Volunteers help dig Iron Bill Trail for Basin Recreation’s National Trails Day | ParkRecord.com

Volunteers help dig Iron Bill Trail for Basin Recreation’s National Trails Day

On Saturday, the American Hiking Society held its annual National Trails Day, a celebration of the nation's trails, usually recognized by maintenance days. Summit County was host to several such celebrations. Basin Recreation and the Mountain Trails Foundation hosted trail building days, along with the Wasatch Mountain State Park.

At Basin Recreation's Iron Bill Trail, volunteers worked under sunny skies to complete a 1,500-foot section of trail needed for a reroute around the new athlete housing facilities at the Utah Olympic Park.

According to Bob Radke, volunteer turnout has declined in recent years, from a peak of 70 volunteers. This year's 30-person crew was a good turnout compared with the event's most sparse years, he said, in which he's sometimes had only a handful.

As for their reasons for getting off the couch and donating their time to local trails, the crew's reasons ranged from personal to institutional.

And while Radke said the organization relies mostly on its paid, trained trail crew, he said Saturday's project was a good fit for volunteers.

"This is valuable work today," he said. "What they are going to get done for us today is huge for us."

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Just down the trail from Radke, Barbara Siegel was smoothing the trail with a rake, removing any rocks and sticks so the trail could be tamped down.

As a Park City resident, she said she has used the trail system for many years.

"It was an opportunity to get out on a nice day and give back for all the hard work that Basin Rec and Mountain Trails do for us," she said.

Siegel said she frequently volunteers with the National Ability Center, hosting biking and skiing groups, which she does as a way of repaying what other volunteers have brought into her life.

"I have two children with disabilities and when they were growing up there were a lot of other volunteers that made life really special for us; and my kids are now grown and this is my way of giving back," she said.

Though she usually hikes, Siegel recently bought a mountain bike and hopes to explore the local trail system in a new way.

"I'm a beginner mountain biker, so I will probably be down on RTS," she said. "Iron Bill (trail) is something that I will aspire to."

On the other side of the section being maintained, Aiden Rasmussen, a sophomore at the Winter Sports School, was using a McLeod tool – a hoe with a flat panel for tamping down soil – and had come to Trails Day as a way of completing the service hours necessary to qualify for the National Honor Society.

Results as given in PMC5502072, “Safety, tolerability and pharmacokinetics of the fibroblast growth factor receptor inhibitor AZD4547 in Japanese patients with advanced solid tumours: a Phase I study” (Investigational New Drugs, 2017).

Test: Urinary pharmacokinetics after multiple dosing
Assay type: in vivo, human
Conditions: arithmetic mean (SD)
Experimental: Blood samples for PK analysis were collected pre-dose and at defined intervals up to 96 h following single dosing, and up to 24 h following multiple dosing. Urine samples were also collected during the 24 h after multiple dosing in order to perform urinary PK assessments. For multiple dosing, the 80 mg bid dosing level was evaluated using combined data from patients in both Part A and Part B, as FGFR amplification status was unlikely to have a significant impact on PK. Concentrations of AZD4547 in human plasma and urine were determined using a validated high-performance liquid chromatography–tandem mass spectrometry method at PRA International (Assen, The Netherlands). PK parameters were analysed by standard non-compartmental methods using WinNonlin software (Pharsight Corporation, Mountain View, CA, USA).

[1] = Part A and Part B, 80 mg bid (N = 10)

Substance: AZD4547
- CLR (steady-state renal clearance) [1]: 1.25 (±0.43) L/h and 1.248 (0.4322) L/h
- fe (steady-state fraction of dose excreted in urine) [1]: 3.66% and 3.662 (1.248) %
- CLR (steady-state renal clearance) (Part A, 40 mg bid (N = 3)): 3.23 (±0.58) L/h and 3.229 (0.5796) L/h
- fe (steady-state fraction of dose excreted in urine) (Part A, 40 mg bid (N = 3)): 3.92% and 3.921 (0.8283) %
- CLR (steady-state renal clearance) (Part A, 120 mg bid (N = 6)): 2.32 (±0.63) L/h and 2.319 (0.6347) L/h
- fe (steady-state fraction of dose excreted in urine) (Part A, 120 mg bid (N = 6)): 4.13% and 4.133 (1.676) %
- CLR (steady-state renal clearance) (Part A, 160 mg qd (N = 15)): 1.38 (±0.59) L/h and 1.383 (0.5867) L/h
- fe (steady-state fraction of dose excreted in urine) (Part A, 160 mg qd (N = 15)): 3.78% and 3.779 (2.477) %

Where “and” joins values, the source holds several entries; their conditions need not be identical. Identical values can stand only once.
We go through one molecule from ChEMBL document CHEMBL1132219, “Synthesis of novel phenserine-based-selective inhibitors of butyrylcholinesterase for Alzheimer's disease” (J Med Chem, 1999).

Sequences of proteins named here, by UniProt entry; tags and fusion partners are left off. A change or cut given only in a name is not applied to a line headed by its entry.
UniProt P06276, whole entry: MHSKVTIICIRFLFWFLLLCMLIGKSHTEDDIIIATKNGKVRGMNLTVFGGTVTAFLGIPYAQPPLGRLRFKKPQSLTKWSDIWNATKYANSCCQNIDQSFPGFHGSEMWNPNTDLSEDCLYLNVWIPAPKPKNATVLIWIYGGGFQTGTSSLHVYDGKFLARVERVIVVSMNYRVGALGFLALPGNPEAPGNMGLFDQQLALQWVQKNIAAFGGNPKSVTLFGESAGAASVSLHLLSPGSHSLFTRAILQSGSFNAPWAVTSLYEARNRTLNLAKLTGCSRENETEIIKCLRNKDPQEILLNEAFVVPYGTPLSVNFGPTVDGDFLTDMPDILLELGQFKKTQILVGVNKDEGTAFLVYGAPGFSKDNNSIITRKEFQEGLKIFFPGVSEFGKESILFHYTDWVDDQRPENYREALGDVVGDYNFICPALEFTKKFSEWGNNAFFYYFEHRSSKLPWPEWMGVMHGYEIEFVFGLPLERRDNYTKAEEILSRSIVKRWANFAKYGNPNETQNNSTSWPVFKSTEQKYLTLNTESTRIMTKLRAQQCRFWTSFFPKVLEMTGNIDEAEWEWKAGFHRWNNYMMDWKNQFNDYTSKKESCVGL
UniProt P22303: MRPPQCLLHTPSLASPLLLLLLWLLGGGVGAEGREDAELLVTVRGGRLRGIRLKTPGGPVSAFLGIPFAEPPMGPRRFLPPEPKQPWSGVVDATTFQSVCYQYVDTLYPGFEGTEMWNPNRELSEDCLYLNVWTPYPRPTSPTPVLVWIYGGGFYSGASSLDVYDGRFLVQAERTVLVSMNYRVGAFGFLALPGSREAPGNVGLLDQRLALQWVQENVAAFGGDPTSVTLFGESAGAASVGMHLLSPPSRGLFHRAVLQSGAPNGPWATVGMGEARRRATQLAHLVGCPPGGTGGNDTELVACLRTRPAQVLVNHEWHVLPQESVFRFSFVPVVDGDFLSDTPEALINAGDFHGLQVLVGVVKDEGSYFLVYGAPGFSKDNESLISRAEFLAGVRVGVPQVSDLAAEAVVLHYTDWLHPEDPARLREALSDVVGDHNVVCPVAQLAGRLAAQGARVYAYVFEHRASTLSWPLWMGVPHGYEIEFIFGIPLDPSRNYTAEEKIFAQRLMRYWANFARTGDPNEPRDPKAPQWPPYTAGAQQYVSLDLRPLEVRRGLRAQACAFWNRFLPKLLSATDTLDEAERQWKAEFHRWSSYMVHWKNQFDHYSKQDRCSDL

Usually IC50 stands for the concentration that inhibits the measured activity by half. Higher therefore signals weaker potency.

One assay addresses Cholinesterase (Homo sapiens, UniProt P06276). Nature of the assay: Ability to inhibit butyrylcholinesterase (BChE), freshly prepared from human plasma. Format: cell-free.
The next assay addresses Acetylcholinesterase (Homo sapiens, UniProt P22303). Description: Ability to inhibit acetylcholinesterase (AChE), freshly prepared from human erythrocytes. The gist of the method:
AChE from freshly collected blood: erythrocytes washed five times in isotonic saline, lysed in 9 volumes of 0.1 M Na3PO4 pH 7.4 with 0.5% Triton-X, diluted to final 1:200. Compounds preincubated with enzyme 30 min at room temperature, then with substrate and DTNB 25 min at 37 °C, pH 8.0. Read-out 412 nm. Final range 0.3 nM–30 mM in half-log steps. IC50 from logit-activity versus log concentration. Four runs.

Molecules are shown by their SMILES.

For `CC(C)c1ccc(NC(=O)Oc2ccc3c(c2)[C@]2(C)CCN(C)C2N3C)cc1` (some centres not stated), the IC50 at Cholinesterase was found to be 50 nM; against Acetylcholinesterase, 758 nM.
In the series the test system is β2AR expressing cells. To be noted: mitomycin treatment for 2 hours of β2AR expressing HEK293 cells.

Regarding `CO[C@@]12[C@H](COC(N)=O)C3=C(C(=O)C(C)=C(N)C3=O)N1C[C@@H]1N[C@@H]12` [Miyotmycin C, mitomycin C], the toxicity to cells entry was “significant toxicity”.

But Saturday was also Rasmussen's fifth year as a volunteer at a National Trails Day event, and as competitive mountain biker, working on biking trails was a natural fit. Rasmussen said he doesn't consider the day a chore.

"It's just kind of fun to move dirt," he said. "I don't know how to explain it; I just enjoy it."

Rasmussen said the first year he volunteered for National Trails Day he worked with Mountain Trails Foundation to help build the Ramble On bike trail in Round Valley.

"Every time I ride the trail I think, 'Hey, I made that switchback,'" he said. "I think that's one reason that I like to come back and ride it."

Nearby, Leslie Masters and her husband, Bob Martin, were packing dirt over the trail. They picked up clumps of grass that had been removed, set them on the trail then trod the dirt out of their root balls.

Masters then leaned down to remove the leftover grass.

"You don't want the organics, because they will decompose and leave a hole," she said.

Both had extensive experience volunteering on trails. Siegel said she started trailbuilding in California in 1975, and has been doing trail work ever since.

Martin said he volunteered for Cuyamaca Rancho State Park in San Diego County, building and maintaining mountain bike trails for 15 years, which he started after the park closed one of his favorite trails.

After moving to Park City in 2010, both took their volunteering to the next level and became trail ambassadors for Basin Recreation. In exchange for passes to the Basin Recreation Fieldhouse, the two are required to hike the organization's trails for four hours per week, serving as an extra pair of eyes and ears for the organization.

"We mountain bike, walk, ski, and snowshoe trails in winter and summer," Siegel said. "We look for downed trees; we look for noxious weeds; we notify Basin Rec of any erosion issues; if anybody is camping in the woods."

Siegel likened National Trails Day to Easter or Christmas, saying everyone comes together for the good of something bigger then themselves.

"You spend one day with Aunt Bertha once a year; you can do one day putting a trail in, that you use all the time, for free," she said.

Martin suspects that some people simply hope things will happen for them without working.

"Sometimes you just have to do it yourself," he said.

Leslie chimed in: "And if you're complaining about something, then change it," she said. "Write letters, come out, do the work, donate to these foundations that maintain the trails. If you don't like it, be part of the solution."